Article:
Roy HamiltonRoy Hamilton, during his illustrious 15-year singing career, was known by many nicknames: Mr. Rock and Soul, The Gentle Giant, and, most notably, The Golden Boy of Song. But few of these nicknames fully encompass the majesty of his voice, the influence he had on the artists of his generation, or the legacy his music has left behind. He was idolized by Elvis Presley, emulated by Jackie Wilson and Brook Benton, and covered by the Righteous Brothers. And his voice and legacy have earned him a place in the annals of history for years to come.
Born on April 16, 1929, in Leesburg, Georgia, Roy began his journey into music history singing in his local church choir at the tender age of six. He continued molding his voice within the church when his family moved to Jersey City, New Jersey when Roy was 14, becoming a featured soloist in the Central Baptist Church Choir. In high school, believing his destiny set for singing, he soon turned his path towards the performing arts. He also became a boxer and attained six victories as an amateur heavyweight before becoming put off by the violence of the sport.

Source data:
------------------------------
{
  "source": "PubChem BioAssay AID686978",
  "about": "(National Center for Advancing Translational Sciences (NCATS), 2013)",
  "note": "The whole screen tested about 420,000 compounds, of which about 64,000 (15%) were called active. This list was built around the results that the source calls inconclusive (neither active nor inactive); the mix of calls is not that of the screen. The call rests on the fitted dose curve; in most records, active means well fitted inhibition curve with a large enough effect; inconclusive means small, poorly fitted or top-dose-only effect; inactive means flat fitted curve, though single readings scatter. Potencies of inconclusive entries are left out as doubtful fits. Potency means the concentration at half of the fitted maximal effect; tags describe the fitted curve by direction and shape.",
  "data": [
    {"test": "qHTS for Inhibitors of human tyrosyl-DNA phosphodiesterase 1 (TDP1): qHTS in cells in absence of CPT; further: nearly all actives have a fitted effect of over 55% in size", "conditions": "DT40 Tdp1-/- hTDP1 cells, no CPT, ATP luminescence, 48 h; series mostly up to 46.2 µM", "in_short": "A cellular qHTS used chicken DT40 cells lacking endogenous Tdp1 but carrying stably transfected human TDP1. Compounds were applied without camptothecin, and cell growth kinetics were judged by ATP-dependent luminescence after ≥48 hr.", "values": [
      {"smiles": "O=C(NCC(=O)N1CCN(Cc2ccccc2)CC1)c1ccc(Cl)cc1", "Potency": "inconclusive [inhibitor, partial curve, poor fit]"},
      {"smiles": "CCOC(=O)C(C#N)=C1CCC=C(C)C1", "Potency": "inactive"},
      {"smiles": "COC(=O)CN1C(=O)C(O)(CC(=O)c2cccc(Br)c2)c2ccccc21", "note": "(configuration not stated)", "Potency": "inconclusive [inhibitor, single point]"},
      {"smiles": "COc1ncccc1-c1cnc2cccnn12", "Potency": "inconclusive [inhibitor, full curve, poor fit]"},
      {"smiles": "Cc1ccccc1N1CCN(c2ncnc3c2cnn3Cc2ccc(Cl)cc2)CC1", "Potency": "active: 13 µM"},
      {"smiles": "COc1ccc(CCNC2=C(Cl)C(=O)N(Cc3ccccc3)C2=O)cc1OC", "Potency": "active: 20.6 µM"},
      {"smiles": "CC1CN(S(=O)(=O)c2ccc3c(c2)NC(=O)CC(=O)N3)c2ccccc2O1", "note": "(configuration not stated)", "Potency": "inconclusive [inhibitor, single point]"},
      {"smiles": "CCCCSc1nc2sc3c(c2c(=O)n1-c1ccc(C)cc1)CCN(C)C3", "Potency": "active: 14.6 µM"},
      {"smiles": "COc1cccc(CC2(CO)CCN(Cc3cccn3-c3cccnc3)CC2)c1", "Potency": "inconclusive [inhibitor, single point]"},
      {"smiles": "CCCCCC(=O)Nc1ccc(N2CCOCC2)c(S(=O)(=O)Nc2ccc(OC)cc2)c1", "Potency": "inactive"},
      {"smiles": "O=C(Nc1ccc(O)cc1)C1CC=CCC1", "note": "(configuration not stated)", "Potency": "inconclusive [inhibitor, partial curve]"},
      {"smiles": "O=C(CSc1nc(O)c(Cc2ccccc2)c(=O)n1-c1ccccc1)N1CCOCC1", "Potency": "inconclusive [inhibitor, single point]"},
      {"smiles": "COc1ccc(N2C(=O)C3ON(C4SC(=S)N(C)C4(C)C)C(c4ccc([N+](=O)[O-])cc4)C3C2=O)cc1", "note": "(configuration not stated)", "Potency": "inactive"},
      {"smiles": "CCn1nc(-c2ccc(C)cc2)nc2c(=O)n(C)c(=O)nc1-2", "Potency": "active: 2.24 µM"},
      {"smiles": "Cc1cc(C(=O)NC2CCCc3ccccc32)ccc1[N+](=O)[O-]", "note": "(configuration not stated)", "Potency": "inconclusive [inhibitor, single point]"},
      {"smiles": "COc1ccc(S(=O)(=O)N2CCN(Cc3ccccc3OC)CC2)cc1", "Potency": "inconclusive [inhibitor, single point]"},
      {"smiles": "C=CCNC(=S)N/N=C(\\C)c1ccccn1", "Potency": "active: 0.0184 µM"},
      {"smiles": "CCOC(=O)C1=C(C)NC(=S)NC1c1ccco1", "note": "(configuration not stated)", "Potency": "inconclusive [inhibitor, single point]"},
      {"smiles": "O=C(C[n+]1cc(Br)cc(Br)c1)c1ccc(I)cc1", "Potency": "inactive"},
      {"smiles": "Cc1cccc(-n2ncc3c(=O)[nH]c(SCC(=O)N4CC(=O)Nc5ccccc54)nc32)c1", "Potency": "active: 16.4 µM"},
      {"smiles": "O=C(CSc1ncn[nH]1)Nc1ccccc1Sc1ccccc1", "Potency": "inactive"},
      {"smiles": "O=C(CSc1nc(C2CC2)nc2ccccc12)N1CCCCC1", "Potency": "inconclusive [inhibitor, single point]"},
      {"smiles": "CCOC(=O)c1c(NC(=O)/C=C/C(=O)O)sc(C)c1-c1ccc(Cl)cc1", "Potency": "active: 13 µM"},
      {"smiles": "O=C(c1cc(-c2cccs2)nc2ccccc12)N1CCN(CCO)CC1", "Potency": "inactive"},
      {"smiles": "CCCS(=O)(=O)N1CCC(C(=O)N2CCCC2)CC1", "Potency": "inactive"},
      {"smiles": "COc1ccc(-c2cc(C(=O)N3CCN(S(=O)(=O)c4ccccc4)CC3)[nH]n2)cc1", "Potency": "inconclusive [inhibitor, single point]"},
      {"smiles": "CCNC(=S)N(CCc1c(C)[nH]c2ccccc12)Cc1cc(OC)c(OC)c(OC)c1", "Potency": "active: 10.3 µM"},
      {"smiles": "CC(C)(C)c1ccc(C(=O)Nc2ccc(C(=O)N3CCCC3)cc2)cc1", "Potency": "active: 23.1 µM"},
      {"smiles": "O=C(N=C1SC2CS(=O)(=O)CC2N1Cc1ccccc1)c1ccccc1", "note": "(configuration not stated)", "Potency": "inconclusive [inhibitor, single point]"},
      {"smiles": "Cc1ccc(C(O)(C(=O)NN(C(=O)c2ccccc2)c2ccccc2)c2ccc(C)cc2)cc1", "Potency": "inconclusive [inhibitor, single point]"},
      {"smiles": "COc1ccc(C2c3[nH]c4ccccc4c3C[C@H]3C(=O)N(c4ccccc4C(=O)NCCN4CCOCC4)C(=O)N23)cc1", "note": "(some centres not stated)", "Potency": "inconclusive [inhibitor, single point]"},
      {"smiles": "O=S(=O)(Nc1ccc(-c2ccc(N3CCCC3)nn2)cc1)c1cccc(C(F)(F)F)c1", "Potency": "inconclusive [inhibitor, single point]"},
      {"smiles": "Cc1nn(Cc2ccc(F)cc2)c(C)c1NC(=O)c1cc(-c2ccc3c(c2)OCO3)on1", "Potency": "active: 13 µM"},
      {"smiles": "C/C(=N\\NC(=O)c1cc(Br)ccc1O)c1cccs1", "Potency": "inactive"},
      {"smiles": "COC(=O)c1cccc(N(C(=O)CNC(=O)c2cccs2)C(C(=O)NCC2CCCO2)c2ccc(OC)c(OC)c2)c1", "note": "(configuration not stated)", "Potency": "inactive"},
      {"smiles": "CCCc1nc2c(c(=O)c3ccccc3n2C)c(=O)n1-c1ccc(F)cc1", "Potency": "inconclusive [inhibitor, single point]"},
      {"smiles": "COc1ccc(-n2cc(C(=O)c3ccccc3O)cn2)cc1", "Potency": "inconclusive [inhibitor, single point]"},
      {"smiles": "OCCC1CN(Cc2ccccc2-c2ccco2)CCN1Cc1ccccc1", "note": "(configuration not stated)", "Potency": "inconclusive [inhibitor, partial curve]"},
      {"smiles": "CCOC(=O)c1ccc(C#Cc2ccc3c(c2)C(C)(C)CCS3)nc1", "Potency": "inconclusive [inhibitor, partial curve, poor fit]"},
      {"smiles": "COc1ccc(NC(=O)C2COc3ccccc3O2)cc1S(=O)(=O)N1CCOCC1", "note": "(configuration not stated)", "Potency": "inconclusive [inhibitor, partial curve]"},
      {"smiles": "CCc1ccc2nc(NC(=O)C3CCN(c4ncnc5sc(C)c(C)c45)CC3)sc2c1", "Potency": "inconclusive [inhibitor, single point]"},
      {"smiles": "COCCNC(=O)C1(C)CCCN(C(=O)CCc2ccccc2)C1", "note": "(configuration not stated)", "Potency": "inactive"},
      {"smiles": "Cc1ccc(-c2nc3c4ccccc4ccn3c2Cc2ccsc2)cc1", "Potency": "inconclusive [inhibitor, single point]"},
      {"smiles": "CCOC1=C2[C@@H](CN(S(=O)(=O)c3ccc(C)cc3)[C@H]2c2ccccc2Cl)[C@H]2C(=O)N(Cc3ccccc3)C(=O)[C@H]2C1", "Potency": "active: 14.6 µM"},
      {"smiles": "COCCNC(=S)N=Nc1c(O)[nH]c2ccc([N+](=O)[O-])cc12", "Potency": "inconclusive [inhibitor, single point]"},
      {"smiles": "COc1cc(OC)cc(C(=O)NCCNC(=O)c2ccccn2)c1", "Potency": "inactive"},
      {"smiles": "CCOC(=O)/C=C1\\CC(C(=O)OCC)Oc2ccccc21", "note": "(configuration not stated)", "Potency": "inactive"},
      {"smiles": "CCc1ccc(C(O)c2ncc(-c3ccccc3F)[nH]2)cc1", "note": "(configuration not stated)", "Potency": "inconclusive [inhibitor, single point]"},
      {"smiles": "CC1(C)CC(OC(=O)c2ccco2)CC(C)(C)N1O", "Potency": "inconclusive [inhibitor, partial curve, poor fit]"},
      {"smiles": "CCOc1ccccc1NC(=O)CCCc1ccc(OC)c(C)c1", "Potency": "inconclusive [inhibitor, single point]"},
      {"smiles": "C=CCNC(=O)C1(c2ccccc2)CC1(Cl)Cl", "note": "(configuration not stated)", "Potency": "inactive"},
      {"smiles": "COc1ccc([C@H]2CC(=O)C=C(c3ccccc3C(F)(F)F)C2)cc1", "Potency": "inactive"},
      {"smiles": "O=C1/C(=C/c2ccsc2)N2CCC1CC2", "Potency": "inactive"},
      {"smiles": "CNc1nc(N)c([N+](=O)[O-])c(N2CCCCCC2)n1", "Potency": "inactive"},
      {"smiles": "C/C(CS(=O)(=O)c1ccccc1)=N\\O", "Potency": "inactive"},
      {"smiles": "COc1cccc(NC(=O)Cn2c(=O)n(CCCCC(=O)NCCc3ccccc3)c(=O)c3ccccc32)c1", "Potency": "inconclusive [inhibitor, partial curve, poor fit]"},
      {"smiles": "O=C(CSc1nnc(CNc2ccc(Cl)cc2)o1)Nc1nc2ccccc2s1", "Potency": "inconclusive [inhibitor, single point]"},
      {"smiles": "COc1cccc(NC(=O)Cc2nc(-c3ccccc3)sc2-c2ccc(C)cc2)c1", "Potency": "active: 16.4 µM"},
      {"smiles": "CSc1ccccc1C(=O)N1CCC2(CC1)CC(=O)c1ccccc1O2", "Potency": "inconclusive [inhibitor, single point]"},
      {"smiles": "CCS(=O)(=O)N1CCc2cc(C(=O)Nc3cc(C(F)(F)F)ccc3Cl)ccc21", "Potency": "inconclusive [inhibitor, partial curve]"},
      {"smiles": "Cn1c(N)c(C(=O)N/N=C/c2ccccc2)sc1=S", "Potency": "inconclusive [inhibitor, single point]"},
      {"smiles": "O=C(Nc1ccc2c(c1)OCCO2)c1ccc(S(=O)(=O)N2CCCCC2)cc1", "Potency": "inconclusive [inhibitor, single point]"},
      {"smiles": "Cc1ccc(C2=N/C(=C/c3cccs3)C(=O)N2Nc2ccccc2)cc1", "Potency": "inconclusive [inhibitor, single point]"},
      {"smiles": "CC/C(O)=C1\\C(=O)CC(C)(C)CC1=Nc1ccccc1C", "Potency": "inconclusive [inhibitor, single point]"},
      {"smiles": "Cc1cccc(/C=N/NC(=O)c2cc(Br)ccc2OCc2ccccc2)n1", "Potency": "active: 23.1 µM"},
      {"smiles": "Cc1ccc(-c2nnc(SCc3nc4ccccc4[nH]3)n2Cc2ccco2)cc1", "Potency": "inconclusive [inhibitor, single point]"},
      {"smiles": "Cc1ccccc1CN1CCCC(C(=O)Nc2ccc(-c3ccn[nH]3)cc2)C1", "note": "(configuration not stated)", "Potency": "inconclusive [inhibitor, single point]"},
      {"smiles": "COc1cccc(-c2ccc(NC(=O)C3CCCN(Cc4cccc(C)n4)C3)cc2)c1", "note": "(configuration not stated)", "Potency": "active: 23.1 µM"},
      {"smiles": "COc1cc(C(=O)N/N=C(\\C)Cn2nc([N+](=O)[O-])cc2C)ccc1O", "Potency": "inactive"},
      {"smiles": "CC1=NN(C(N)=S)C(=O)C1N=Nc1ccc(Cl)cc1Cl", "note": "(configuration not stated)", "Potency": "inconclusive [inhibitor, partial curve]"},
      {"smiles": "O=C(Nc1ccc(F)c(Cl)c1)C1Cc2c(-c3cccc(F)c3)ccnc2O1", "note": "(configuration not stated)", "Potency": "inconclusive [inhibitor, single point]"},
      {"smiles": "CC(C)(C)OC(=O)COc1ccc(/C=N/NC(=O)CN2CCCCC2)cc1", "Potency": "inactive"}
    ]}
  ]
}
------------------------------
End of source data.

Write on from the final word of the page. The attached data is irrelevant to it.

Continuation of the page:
In 1948, Roy continued to perfect his signature baritone as a member of a gospel quartet called The Searchlight Singers. Soon, however, he yearned for the solo spotlight and began performing in clubs throughout New Jersey and New York. It was there that he met his future manager, Bill Cook, a DJ who hosted a live radio program at the Caravan Club in Newark, NJ in 1953. Roy tore down the house with the song that would become his first hit, You’ll Never Walk Alone. From there, Bill took Roy under his wing as his manager, and Roy was signed to Columbia Records, his first major label, in December of that year.